"We are seeing the end of nature and that is terrifying. The whole ethos behind conservation is not really a matter for debate anymore, it's something that's essential."

This year in South Africa, 86 rhinos were killed in January alone. Steve has been told 60 of those were poached from a national park, in canned-hunting operations ran by corrupt senior management, rangers, vets and politicians. 

Lions aren't too far behind extinction either, with only 17,000 left on the African continent.

"The fact is that conservation has entered the end-game scenario," Steve said.

In 2006 Steve's game of life nearly ended again, in a bicycle accident in Wendouree. He cracked his skull and suffered a frontal lobe injury, losing cognitive skills.

"I just thought, life is a bit of a gamble. I could have been dead and never had the chance to go to Africa." 

So he did. After a long recovery process Steve travelled by himself to Africa, to take the next step in wildlife art conservation. 

Taking field sketches and journal notes, Steve still revisits his experiences while he's painting.

"When a lion comes up and rubs against me, puts his paw up through the wire to high five me, that's such a beautiful moment of trust.

"Nobody forced him to do that. He made little noises which were private little noises that no one else could hear. It's a gesture of genuine friendship."

Usually creating artwork with soft pastels, Steve is the only artist in the world that has developed another medium called charcoal engraving. 

A self-described evolution, Steve has been using the complicated technique for fifteen years.

"I can get ultra detail, or real dark shapes and shadows, I love it."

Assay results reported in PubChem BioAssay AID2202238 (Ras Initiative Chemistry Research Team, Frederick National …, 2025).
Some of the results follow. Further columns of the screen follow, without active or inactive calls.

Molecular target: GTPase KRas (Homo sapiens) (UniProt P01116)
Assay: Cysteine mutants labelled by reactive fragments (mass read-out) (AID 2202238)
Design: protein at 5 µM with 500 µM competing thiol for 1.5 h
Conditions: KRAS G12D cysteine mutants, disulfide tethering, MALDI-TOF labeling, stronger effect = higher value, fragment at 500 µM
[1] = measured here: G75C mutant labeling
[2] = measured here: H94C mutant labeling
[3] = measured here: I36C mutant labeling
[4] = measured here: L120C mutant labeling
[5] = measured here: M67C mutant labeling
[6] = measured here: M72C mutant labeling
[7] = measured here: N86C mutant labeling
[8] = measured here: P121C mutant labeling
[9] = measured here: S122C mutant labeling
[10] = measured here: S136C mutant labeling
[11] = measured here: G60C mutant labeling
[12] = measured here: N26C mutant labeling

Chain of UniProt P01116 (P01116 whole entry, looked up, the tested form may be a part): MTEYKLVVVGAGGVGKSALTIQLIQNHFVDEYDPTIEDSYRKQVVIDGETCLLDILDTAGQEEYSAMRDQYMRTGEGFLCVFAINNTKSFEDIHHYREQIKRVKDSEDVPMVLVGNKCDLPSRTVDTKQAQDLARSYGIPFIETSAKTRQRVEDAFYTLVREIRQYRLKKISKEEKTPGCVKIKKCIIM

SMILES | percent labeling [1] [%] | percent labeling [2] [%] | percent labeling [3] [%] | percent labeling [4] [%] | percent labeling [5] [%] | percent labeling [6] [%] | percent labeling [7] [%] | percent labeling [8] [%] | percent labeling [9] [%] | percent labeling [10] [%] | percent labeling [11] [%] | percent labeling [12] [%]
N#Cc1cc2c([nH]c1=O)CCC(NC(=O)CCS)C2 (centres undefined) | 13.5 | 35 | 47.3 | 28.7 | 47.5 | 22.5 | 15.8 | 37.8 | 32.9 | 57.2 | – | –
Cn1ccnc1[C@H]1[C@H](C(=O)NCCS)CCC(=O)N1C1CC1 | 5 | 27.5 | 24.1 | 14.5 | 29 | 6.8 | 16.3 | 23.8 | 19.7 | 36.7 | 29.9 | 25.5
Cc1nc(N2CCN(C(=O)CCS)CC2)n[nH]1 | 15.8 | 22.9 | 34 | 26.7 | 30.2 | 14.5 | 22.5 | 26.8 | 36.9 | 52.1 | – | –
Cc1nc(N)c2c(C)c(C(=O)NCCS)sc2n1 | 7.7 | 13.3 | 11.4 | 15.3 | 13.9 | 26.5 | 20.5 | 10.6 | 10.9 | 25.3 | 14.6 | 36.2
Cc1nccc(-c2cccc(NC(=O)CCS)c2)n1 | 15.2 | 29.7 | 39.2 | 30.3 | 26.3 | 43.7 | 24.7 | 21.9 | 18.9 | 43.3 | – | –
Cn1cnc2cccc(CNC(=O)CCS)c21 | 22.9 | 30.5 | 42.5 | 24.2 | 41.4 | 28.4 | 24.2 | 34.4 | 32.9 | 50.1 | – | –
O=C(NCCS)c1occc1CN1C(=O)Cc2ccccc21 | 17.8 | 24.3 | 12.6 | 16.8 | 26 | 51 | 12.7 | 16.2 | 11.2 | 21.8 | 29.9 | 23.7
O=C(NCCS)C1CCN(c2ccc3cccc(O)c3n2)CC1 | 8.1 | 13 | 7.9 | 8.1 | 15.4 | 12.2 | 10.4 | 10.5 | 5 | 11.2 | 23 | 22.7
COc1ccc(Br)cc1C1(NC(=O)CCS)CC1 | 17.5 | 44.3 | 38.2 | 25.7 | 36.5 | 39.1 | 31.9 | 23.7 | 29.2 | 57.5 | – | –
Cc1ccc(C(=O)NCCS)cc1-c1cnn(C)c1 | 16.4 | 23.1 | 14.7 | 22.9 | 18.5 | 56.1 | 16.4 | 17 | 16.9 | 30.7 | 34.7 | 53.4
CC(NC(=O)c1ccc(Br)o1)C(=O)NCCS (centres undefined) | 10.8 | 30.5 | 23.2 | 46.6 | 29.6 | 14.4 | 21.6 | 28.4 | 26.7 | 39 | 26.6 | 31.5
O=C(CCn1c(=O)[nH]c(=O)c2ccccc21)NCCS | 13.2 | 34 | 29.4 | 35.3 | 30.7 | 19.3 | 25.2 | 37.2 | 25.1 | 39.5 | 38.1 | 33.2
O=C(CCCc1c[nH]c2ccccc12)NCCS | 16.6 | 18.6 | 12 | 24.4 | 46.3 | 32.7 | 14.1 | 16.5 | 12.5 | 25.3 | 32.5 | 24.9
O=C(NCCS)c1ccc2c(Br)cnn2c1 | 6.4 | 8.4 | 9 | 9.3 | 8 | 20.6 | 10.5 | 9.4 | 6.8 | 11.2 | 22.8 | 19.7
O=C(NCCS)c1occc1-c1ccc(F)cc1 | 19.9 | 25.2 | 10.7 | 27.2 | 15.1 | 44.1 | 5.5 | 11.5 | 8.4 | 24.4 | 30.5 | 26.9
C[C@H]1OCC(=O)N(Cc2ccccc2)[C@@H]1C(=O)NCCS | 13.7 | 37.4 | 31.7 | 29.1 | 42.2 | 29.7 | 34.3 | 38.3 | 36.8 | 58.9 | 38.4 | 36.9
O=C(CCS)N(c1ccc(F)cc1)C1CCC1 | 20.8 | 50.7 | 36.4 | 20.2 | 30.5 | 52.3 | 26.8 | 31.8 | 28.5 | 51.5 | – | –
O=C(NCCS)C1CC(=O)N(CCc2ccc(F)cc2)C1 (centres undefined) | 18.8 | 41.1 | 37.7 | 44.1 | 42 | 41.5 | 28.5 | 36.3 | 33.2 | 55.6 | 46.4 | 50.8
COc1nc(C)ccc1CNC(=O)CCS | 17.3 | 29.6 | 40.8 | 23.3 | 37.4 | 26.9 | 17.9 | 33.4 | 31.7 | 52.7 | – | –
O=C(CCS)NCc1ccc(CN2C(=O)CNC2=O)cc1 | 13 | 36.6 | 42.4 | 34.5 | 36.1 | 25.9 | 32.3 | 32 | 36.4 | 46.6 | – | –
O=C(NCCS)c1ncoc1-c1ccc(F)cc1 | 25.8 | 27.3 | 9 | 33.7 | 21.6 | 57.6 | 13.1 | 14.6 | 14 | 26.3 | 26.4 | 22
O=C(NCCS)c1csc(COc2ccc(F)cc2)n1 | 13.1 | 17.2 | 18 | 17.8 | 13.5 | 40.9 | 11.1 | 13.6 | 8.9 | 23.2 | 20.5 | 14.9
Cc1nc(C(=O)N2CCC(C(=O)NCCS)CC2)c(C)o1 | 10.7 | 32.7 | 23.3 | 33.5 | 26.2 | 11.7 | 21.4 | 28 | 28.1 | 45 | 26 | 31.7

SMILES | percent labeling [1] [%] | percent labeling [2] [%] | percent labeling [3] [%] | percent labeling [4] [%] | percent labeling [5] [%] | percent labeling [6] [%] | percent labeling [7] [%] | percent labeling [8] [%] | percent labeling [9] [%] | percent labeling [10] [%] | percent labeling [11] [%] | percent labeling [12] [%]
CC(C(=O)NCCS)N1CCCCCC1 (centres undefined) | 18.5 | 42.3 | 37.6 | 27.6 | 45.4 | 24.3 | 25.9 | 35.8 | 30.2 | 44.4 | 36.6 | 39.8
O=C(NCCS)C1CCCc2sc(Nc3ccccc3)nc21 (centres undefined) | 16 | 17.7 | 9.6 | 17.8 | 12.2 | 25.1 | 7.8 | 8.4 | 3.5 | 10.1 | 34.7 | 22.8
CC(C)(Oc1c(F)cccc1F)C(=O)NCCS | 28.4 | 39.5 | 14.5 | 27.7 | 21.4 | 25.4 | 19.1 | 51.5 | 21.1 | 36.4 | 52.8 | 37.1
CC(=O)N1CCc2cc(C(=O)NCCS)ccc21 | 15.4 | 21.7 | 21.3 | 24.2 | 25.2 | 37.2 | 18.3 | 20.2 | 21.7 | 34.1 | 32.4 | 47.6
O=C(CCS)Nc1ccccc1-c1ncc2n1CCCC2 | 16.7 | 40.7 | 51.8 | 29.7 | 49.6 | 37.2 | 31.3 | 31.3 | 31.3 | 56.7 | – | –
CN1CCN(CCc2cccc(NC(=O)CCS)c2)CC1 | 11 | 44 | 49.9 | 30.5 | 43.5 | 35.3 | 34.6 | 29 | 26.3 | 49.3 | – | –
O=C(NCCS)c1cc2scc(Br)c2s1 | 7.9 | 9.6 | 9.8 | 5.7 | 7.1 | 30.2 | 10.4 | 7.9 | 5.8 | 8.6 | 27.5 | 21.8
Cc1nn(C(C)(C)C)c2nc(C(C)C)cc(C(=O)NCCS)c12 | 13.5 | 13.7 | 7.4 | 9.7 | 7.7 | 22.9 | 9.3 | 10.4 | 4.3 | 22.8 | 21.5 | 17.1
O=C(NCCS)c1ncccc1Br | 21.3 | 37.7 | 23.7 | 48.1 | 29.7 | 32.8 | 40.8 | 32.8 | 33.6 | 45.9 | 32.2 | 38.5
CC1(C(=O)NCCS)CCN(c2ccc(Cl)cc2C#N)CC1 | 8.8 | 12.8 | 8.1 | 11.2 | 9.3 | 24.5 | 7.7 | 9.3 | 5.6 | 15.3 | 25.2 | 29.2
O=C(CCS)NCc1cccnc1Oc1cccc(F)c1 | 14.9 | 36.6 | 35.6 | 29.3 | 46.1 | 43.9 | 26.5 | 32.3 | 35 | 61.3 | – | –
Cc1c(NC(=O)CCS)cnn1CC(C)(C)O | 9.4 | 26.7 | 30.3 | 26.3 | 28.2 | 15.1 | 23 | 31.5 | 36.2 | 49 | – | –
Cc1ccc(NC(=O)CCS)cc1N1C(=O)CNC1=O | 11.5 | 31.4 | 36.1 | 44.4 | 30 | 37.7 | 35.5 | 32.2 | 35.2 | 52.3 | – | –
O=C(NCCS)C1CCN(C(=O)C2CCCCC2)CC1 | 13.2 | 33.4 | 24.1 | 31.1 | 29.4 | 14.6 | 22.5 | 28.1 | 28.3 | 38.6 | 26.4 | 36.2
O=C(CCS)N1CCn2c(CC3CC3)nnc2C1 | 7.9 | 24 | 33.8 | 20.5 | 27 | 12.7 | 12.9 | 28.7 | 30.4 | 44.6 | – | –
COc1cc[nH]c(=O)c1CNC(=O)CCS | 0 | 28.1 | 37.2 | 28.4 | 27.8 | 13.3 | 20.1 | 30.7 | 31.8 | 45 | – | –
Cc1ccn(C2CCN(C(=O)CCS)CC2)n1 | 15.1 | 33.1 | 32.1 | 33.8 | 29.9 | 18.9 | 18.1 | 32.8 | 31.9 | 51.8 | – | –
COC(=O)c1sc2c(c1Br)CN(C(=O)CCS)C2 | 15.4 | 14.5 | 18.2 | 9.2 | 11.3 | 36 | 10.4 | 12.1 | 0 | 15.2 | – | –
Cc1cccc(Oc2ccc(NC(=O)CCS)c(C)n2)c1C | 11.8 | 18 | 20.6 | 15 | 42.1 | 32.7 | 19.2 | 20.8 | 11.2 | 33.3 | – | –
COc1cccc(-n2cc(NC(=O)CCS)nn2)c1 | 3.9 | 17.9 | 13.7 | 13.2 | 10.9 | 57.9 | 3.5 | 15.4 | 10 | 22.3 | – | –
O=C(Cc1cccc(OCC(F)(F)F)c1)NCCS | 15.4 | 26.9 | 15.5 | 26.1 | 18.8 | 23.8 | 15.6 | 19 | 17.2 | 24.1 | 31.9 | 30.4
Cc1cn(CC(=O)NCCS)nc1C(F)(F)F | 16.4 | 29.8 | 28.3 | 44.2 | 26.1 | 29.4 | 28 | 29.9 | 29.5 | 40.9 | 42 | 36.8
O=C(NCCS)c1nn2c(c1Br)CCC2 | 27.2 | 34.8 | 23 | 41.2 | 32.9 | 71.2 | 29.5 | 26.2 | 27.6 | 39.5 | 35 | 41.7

The painting of Duma the lion, which used charcoal engraving, has evoked many emotions from viewers. 

"It was just so beautiful and magnificent, gentle and complex," one of Steve's clients said.

"From the rich textures to the soft colours, there is so much love in this lion."

As a conservation advocate, Steve takes it upon himself, through his artwork, to show people that these things are worth treasuring.

Along with friend Kevin Richardson - canned-hunting activist and 'Lion Whisperer' - they have raised thousands of dollars for the Painted Dog Conservation group.

"Kevin is a man who wears his heart on his sleeve and doesn't care about what anyone else thinks," Steve said.

"When I presented him with a painting of hyenas at the fundraiser, he cuddled me and just kept crying, he said it was beautiful."

Steve's artwork for conservation has caught the attention of many international conservationists around the world. 

Exhibiting in Shanghai every year, Steve overcomes chronic anxiety, standing up in front of some of the best artworks in Asia to talk about his own work. 

"I talk a lot but I honestly have chronic anxiety, but these issues are bigger then that.

"The world of your dreams lives just outside of your comfort zone. You've just got to get outside there."

Back on the forest floor in China, Steve feels Wei Wei's fur under his fingertips. His fur is course like a doormat. Dense but deep. Steve can hear his little vocalisations and gets a sense for his gentle nature. 

  "It is such a privilege. I think it's amazing that they let me into art school in the first place. If you do what's in your heart and what you really believe in, then you won't fail."

Smartphone
Tablet - Narrow
Tablet - Wide
Desktop